Distribution Channels for Organic Foods and Consumer Trust
This project is designed to follow up perspectives that emerged from af critical review of the available national and international social research concerning consumer motives for buying organic foods (O'Doherty Jensen et al., Økologiske Fødevarer og menneskets sundhed. Foulum:FØJO-rapport nr. 14, 2001). Most of the available research is based on the premise that risk perception plays a significant role in motivating consumers, such that product advantages are seen as accruing to organic foods in so far as they do not incorporate such risks.
This present project, in contrast, is designed to develop a conceptual framework regarding these issues, which is inspired by Polanyi's economic theory. The approach is one that yields the possibility of conceiving buyer motives in positive terms, and it suggests that consumers' discernment of both the trustworthiness of products and of food risks are dependent upon their discernment of the trustworthiness of producers. Since distribution channels comprises the interface between consumers and producers, this project will accordingly compare differences between consumers who currently purchase organic foods through distinct channels, and is designed to explore an alternative set of hypotheses regarding the basis for consumer trust in and demand for organic foods.
It is planned to undertake a qualitative sociological investigation of Danish adults who purchase organic foods through one of three distribution channels. The sample (n=100) is stratified and includes 3 sub-groups of consumers. Qualitative data will be collected primarily by means of focus group interviews, while observation and personal interview will be employed as secondary methods of data collection. The objective of the analysis is to compare differences among and between sub-samples in regard to their conceptions and assessment of organic foods, producers and production methods. An empirical analysis will be based on complete transcripts of all audio-recorded data collected in the course of interview sessions and coded by means of a standard computer programme. The preliminary hypotheses are that conceptions and assessments of products are not divorced from conceptions and assessments of producers, that consumer assessments of both are viewed in moral as well as market terms, and that the distribution channel exerts an influence on conceptions and assessments of producers, production and products. Following completion of this analysis, the attempt will be made to assess the practical implications of its results, seen from the viewpoints of organic farmers and consumers respectively, with particular reference to the principle of "nearness" (nærhedsprincippet).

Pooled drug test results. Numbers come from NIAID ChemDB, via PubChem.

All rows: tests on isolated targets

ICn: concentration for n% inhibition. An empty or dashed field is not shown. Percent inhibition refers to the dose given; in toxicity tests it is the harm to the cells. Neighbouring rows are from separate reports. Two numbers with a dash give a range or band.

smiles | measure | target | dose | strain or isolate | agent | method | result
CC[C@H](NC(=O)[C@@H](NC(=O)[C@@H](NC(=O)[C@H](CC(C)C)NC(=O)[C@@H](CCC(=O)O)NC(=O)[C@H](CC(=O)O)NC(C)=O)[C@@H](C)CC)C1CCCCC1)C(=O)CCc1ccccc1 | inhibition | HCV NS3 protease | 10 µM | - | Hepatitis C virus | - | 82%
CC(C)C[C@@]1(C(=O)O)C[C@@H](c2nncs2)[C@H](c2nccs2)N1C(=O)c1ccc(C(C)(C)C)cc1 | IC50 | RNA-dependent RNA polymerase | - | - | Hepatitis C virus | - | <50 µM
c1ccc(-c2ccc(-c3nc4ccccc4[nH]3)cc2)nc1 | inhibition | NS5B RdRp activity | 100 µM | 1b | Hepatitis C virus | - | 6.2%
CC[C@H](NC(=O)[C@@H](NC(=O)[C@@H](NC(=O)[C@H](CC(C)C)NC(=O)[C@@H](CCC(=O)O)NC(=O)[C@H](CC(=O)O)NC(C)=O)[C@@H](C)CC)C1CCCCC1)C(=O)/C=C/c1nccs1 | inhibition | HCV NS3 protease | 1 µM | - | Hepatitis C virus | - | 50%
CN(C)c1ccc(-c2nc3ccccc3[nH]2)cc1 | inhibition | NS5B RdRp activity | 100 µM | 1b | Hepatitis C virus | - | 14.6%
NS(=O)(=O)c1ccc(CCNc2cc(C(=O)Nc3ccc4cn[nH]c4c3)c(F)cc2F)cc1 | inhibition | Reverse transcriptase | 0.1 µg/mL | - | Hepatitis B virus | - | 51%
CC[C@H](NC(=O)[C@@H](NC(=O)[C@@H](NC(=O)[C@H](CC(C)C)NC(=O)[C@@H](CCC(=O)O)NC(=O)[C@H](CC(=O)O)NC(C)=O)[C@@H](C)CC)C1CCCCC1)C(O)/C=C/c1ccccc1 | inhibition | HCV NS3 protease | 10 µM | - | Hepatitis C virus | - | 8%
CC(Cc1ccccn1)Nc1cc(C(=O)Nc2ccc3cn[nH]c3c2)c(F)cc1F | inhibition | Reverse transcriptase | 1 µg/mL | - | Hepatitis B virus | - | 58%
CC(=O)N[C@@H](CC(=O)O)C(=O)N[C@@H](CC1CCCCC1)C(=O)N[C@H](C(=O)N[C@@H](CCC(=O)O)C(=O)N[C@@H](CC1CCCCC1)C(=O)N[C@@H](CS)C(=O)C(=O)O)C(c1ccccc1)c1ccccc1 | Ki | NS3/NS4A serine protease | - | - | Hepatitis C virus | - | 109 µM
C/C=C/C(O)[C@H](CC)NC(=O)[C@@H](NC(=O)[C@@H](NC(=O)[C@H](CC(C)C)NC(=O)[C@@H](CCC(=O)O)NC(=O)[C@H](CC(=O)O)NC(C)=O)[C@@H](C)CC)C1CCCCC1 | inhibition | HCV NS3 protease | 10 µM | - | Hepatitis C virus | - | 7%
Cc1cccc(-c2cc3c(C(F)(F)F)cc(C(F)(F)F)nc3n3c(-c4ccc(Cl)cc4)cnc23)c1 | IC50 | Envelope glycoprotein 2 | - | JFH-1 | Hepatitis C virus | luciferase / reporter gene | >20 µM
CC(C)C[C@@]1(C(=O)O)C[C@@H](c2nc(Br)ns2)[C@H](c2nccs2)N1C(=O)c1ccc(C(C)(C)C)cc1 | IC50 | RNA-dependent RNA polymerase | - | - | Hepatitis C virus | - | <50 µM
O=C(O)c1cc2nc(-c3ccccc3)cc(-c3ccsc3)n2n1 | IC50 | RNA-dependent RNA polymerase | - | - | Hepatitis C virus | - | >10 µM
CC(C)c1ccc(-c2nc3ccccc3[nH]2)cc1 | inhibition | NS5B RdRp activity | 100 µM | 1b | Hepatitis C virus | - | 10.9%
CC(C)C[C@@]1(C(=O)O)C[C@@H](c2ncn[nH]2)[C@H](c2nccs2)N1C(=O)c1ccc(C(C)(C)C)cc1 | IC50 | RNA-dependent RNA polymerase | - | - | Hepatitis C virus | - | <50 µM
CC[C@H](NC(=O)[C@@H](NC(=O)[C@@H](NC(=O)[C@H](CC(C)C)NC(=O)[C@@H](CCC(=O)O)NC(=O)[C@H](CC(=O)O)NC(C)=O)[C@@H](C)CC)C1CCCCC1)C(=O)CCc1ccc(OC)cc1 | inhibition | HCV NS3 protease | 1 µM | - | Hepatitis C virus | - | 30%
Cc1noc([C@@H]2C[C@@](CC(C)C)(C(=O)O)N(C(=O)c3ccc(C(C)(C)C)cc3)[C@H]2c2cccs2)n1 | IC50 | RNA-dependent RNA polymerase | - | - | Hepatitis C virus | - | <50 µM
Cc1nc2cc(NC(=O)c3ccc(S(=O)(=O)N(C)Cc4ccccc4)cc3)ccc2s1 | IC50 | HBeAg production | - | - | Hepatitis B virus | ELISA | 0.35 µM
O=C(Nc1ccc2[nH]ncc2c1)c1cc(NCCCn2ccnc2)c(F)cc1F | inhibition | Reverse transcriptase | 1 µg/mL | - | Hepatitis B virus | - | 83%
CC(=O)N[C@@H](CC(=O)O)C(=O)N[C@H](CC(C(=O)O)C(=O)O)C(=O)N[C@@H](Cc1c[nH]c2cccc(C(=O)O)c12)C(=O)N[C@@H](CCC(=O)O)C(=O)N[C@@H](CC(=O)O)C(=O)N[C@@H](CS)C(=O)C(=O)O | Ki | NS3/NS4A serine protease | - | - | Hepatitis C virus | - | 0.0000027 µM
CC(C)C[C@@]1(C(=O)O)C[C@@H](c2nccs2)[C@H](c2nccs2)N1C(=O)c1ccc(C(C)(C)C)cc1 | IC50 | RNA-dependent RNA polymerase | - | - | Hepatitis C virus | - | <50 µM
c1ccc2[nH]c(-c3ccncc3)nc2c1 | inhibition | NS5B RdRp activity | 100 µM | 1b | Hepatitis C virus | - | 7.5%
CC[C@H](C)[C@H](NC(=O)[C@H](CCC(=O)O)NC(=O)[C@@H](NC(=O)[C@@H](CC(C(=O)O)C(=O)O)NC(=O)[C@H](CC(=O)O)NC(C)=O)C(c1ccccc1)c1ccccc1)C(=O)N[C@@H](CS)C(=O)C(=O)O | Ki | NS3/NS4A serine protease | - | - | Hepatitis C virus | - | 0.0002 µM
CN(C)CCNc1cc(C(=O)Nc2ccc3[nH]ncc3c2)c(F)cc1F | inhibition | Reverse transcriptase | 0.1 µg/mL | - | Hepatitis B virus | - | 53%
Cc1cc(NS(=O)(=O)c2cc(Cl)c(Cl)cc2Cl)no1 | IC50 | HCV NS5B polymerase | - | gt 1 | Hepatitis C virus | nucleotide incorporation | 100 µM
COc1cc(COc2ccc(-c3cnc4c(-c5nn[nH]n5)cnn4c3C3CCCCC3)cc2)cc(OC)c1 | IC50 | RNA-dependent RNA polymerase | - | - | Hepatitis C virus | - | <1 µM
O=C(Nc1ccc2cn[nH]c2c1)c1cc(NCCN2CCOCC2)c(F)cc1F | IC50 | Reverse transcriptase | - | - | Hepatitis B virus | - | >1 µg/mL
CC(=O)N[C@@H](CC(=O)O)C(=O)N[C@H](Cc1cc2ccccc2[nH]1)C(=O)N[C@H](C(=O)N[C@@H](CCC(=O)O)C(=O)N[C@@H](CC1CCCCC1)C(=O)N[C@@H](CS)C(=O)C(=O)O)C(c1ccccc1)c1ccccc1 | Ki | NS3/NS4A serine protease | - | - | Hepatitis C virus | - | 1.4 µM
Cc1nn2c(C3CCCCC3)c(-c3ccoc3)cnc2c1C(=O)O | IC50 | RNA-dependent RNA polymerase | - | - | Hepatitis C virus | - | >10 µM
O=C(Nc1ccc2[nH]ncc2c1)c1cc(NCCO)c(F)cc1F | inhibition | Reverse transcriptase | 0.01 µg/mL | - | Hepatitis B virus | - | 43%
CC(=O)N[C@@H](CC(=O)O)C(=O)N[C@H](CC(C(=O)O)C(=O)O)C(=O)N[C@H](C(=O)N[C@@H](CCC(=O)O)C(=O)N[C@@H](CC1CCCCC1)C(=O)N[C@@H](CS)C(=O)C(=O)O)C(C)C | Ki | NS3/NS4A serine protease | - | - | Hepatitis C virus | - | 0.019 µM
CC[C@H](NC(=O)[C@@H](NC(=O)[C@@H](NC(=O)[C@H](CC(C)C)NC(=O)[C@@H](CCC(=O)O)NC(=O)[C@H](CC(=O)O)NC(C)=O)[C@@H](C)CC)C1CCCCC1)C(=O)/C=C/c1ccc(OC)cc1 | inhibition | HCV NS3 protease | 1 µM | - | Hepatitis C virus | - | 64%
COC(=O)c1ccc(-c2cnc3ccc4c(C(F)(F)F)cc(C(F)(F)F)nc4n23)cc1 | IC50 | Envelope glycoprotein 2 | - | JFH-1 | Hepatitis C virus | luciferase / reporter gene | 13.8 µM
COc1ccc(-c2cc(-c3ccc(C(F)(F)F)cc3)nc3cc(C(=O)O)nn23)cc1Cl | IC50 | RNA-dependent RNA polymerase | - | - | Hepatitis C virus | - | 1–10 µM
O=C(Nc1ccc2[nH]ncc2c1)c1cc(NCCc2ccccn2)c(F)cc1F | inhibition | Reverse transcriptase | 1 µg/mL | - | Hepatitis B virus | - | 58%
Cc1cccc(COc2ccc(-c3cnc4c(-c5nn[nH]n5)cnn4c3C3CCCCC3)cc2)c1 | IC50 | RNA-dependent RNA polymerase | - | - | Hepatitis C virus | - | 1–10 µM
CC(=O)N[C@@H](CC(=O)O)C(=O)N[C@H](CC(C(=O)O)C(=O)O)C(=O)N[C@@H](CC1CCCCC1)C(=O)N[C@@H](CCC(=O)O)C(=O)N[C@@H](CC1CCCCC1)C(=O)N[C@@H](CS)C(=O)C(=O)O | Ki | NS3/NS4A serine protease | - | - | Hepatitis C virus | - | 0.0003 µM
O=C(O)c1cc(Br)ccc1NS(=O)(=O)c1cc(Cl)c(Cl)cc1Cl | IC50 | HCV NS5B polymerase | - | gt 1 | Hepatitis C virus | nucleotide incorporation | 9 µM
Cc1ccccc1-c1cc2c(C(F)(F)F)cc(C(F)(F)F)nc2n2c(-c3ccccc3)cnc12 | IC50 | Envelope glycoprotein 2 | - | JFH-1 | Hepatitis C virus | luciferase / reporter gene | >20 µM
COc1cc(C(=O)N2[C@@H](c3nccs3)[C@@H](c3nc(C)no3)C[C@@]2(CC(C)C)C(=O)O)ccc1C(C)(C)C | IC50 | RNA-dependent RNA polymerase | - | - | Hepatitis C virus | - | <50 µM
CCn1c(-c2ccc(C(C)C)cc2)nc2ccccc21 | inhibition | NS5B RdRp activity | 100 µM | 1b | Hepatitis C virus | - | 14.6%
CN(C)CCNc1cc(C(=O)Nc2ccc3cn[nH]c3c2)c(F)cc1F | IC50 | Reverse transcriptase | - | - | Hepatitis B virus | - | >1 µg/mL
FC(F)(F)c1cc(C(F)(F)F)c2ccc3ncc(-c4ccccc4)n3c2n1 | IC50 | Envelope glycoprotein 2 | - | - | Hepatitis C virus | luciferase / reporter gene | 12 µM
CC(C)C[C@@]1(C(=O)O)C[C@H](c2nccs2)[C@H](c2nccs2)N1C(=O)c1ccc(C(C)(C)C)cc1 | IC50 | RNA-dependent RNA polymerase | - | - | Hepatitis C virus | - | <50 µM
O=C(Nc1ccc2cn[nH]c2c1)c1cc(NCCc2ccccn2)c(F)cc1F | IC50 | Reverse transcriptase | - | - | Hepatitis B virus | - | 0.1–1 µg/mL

Apart from making a contribution to the on-going debate regarding the principles of organic farming, this project will yield an analysis of new empirical data regarding consumer conceptions of organic products and producers. It will also present a challenge to current consumer research in this area, which tends to be undertaken within a somewhat narrow conceptual framework and with a view to serving marketing interests in the shorter term.
III.8 Distribution Channels for Organic Foods and Consumer Trust (DISTRUSTING)
Ass.Prof. Katherine O’Doherty Jensen,
Research Dept. of Human Nutrition and Centre for Advanced Food Studies,
Royal Veterinary and Agricultural University
Rolighedsvej 30, DK-1958 Frederiksberg C, Denmark,
Tlf.: 35 28 24 88, Fax: 35 28 24 83, E-mail: firstname.lastname@example.org